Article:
It’s common to encounter baby birds in the spring and summer. As they learn to fly, they spend a lot of time on the ground.

Is the bird fully feathered? 
  • If YES, any fully feathered baby bird found on the ground, seemingly unable to fly, is probably just fledging (learning to fly). If it appears to be uninjured, leave the area, and do your best to keep pets and children away from the bird. The parent(s) will not feed the youngster while people are around but will return to give care when safe.
  • If NO, attempt to find the nest. An uninjured bird found on the ground with few or no feathers needs to be returned to the nest. Look around in trees and bushes to see if you can locate the nest. Feel free to call us for guidance on where to look.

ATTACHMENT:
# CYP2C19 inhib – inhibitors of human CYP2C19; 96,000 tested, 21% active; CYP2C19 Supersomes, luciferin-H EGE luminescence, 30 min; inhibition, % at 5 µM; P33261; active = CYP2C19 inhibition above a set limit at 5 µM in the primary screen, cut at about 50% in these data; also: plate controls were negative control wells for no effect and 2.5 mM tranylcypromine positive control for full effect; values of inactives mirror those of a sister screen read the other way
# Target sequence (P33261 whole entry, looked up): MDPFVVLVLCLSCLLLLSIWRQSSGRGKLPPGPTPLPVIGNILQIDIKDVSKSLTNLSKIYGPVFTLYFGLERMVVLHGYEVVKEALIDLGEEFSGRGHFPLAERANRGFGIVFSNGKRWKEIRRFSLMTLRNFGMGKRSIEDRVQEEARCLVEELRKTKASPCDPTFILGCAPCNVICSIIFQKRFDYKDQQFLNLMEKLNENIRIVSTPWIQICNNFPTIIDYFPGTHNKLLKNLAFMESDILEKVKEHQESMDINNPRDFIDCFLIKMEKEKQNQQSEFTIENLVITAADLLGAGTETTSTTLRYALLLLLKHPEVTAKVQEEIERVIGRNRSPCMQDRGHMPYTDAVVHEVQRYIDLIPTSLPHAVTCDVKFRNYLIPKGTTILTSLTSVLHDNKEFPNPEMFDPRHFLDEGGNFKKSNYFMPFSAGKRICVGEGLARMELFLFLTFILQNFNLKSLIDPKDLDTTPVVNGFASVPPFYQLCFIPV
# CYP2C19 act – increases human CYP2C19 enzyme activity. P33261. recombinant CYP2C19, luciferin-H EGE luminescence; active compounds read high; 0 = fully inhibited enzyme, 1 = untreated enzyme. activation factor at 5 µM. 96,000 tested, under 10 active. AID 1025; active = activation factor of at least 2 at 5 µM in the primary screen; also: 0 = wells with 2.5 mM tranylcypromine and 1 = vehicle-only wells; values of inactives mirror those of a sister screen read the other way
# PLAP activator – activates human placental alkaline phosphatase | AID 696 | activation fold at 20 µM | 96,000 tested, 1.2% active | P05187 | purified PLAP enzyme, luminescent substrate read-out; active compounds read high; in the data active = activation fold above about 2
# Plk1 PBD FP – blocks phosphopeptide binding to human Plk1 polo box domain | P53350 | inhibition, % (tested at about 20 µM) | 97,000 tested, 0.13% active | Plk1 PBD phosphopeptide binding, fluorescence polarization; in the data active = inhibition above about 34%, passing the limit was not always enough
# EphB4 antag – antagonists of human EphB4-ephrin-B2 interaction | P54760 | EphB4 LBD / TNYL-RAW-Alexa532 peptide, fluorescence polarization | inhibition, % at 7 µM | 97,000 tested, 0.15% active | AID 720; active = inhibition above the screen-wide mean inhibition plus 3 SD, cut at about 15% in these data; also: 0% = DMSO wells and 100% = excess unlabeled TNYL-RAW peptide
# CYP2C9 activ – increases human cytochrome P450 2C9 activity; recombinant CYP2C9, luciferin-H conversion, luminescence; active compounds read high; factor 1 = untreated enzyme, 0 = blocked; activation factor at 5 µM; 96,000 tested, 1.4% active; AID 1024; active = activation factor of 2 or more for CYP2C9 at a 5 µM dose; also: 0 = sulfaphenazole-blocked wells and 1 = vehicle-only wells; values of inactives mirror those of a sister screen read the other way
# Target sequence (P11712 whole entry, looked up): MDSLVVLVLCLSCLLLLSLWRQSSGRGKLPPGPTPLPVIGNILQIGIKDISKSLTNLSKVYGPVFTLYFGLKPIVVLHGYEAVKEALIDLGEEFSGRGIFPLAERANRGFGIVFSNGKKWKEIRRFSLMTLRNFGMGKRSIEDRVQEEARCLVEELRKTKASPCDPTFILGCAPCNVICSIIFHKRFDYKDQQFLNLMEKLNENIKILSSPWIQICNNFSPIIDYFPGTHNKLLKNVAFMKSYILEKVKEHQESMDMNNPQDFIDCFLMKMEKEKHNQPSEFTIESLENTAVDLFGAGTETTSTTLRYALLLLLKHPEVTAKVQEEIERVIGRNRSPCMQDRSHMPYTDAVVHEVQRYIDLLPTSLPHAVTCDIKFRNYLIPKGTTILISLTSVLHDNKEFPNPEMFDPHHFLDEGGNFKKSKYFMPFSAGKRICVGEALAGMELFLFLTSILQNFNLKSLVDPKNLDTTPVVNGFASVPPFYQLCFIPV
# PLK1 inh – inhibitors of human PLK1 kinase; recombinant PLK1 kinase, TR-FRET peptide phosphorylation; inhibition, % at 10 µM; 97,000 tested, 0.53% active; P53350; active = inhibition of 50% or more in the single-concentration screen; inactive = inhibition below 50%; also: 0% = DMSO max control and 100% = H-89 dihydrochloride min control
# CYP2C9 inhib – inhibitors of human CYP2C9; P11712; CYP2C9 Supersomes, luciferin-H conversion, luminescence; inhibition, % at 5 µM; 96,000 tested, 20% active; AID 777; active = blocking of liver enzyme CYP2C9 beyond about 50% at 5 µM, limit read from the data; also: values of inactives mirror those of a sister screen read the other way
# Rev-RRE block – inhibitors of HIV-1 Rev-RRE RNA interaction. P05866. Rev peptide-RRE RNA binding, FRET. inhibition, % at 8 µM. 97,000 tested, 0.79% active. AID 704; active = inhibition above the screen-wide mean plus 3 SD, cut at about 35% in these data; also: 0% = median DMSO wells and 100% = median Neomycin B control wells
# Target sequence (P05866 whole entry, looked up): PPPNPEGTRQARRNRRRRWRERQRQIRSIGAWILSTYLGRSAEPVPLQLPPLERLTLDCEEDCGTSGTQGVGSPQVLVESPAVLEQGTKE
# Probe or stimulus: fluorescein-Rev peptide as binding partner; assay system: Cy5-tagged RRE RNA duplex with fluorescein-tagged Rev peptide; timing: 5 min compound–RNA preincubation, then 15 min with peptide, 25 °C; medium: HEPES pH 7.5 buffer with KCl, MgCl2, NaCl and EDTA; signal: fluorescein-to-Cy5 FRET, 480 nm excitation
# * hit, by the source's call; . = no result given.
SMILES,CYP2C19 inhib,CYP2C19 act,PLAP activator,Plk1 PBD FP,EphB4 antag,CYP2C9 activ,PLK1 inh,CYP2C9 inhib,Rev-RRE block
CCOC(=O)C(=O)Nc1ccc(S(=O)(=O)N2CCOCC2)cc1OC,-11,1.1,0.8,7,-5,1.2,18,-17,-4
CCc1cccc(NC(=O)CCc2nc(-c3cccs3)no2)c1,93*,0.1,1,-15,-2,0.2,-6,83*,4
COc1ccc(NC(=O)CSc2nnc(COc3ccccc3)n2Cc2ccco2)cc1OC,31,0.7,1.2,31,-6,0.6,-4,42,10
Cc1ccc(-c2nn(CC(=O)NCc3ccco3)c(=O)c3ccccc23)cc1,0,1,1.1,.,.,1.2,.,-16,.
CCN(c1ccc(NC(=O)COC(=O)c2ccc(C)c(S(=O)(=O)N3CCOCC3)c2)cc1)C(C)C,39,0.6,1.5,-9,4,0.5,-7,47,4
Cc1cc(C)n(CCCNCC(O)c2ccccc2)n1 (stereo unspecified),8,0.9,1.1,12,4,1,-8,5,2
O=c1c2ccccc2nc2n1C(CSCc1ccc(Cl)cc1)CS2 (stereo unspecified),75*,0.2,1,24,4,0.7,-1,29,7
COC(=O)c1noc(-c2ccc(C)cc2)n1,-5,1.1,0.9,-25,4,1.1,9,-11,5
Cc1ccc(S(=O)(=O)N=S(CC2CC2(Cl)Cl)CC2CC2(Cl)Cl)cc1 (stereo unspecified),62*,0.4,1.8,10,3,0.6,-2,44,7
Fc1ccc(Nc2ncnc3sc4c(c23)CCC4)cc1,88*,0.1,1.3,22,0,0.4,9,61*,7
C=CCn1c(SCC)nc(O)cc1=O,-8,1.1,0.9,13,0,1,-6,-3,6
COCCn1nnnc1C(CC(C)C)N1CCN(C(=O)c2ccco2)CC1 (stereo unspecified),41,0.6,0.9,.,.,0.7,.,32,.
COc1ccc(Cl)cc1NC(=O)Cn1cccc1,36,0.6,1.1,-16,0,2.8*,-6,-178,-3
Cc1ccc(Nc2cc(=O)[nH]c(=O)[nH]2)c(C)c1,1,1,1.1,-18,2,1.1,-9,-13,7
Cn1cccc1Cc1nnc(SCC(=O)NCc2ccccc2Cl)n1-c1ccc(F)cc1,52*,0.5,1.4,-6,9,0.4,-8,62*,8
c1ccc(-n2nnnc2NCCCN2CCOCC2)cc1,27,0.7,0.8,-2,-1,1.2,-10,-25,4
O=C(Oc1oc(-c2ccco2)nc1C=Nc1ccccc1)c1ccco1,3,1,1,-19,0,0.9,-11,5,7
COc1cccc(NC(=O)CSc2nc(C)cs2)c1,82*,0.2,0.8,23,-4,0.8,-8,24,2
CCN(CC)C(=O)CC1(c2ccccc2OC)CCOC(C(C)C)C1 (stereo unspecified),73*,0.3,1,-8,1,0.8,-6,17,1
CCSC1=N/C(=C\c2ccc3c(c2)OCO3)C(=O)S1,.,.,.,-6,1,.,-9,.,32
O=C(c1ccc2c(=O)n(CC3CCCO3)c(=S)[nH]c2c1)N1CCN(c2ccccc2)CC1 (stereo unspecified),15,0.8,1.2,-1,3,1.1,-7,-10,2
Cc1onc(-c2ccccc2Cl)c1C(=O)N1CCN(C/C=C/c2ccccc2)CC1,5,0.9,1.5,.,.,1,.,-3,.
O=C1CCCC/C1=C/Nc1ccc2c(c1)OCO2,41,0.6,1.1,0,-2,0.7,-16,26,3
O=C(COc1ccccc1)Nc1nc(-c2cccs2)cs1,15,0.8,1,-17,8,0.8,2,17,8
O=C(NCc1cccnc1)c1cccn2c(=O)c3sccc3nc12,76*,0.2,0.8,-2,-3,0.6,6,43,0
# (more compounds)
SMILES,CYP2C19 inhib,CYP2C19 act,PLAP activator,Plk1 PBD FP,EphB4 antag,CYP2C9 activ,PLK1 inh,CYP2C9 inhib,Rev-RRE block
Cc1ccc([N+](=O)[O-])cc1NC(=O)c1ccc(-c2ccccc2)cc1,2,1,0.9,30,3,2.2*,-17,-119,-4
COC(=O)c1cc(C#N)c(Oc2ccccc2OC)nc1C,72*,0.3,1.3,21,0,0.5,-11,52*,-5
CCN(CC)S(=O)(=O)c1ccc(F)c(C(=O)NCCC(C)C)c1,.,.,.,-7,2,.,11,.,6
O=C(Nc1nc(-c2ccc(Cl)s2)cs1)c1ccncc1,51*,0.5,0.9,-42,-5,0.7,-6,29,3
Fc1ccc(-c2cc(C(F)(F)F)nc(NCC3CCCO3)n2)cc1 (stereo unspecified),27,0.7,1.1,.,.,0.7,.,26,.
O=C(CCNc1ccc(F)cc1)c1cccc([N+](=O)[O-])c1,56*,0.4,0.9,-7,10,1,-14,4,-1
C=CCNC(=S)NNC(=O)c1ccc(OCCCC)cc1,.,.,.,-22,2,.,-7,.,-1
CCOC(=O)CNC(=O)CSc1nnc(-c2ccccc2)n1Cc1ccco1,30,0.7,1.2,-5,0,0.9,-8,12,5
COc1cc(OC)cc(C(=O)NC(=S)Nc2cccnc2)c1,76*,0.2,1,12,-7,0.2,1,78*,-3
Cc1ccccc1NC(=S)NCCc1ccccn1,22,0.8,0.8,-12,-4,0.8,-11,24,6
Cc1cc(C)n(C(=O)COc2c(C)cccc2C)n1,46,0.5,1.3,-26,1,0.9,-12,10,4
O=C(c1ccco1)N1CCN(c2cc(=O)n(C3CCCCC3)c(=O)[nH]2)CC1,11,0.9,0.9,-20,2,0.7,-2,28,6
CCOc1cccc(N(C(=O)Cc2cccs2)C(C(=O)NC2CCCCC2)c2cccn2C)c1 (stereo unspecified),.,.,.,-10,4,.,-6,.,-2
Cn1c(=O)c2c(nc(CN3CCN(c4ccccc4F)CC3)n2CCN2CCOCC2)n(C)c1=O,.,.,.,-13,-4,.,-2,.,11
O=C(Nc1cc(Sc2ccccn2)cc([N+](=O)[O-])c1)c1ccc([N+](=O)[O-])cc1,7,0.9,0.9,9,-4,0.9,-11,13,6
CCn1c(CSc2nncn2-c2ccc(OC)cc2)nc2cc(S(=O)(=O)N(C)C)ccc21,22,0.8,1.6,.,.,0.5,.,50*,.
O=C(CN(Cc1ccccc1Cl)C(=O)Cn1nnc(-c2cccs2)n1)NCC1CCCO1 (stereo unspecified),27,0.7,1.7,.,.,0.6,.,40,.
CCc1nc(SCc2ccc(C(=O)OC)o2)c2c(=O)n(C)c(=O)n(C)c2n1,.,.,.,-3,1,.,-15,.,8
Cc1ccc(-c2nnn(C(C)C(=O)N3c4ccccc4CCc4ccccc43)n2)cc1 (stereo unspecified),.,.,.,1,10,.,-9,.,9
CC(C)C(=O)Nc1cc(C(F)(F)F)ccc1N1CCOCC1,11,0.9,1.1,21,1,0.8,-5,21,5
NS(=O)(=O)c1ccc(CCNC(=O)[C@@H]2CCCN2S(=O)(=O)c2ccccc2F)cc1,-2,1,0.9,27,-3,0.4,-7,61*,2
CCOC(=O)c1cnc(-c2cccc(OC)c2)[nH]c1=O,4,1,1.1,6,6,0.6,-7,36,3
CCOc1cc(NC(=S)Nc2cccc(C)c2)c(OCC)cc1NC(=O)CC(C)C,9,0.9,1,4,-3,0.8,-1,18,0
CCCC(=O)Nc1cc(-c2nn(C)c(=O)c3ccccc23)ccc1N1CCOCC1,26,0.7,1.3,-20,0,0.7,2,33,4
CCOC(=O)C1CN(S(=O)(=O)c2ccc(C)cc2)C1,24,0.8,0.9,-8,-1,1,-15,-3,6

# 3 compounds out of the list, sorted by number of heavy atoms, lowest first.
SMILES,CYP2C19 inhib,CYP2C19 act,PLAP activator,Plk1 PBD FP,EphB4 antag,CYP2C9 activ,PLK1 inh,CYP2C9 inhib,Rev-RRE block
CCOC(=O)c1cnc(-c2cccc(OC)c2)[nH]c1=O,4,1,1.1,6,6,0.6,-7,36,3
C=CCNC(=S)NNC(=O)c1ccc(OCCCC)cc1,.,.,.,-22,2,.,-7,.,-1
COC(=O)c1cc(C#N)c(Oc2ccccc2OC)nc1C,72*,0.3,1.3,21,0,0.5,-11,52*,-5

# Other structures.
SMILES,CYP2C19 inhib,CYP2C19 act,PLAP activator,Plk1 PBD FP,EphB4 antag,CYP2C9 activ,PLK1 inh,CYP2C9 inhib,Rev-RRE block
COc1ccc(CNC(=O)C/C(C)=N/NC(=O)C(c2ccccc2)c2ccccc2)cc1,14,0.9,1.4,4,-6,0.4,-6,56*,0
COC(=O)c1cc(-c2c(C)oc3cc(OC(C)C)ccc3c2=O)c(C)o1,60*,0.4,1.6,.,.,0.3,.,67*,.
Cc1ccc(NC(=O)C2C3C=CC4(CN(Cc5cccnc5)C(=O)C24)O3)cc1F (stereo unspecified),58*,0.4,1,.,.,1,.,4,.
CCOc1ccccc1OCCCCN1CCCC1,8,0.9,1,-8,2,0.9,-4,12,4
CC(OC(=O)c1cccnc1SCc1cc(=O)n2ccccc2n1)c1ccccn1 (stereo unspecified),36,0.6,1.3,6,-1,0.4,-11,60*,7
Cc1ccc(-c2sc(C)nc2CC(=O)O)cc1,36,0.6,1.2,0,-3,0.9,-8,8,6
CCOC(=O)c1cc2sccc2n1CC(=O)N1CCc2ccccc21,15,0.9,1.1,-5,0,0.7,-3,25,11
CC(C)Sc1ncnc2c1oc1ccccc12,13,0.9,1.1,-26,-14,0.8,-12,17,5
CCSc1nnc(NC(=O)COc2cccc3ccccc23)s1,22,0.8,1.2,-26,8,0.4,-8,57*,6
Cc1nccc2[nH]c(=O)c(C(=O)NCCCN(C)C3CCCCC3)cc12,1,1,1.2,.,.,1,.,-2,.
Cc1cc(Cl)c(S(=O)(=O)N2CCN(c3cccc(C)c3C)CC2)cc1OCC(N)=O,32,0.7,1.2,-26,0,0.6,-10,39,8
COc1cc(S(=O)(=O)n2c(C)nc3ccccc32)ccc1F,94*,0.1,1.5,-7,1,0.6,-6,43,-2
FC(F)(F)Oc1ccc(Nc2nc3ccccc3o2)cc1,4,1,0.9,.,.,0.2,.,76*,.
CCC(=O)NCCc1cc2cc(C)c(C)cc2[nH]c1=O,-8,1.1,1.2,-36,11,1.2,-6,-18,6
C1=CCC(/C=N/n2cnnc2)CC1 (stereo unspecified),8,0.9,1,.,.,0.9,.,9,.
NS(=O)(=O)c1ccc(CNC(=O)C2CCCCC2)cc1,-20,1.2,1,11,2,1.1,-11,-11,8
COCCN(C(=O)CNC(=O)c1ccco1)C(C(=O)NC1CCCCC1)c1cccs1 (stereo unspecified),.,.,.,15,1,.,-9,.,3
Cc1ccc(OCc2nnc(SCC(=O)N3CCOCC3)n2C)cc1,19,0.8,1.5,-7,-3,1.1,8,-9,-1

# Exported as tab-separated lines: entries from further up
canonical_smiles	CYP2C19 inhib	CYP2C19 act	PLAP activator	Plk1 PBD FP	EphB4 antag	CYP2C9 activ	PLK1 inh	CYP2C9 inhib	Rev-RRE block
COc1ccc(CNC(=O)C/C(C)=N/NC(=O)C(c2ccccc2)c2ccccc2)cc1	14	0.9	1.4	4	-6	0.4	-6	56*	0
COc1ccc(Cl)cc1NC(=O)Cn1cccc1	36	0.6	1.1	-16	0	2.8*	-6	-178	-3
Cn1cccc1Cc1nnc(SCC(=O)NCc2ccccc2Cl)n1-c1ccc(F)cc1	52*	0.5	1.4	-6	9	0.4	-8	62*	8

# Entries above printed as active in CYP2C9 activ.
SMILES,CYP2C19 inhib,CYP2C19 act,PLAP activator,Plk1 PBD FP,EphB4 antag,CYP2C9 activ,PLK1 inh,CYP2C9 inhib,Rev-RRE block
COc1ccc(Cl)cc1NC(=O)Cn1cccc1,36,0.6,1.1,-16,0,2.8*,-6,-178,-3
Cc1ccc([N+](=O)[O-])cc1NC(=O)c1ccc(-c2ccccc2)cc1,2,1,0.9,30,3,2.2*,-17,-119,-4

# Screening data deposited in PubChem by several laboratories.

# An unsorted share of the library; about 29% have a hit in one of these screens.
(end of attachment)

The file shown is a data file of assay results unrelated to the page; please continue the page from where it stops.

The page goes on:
Depending on the species, baby birds can spend days to weeks in the nest, where they are cared for by their parents. When it’s time for babies to leave the nest, they are almost fully feathered and they do spend a lot of time on the ground, not able to get back to their nest.  This is perfectly normal, it is how they learn.  If you see a baby bird on the ground, who appears in need of help, unless it is in immediate
danger of being killed by a predator, stay back and check on it from
time to time to be sure mom is coming back to help it along.

Please give baby birds the best possible chance for survival and leave them in the wild where they belong!  All babies have a better chance of survival if the parents give the care.

NOTE : Each animal’s nutritional, housing, and handling requirements are very specific and must be met if the animal has any chance of survival. Cow’s milk and human milk replacers will make wild animals sick.  Raising a wild animal in captivity is illegal unless you have a state permit.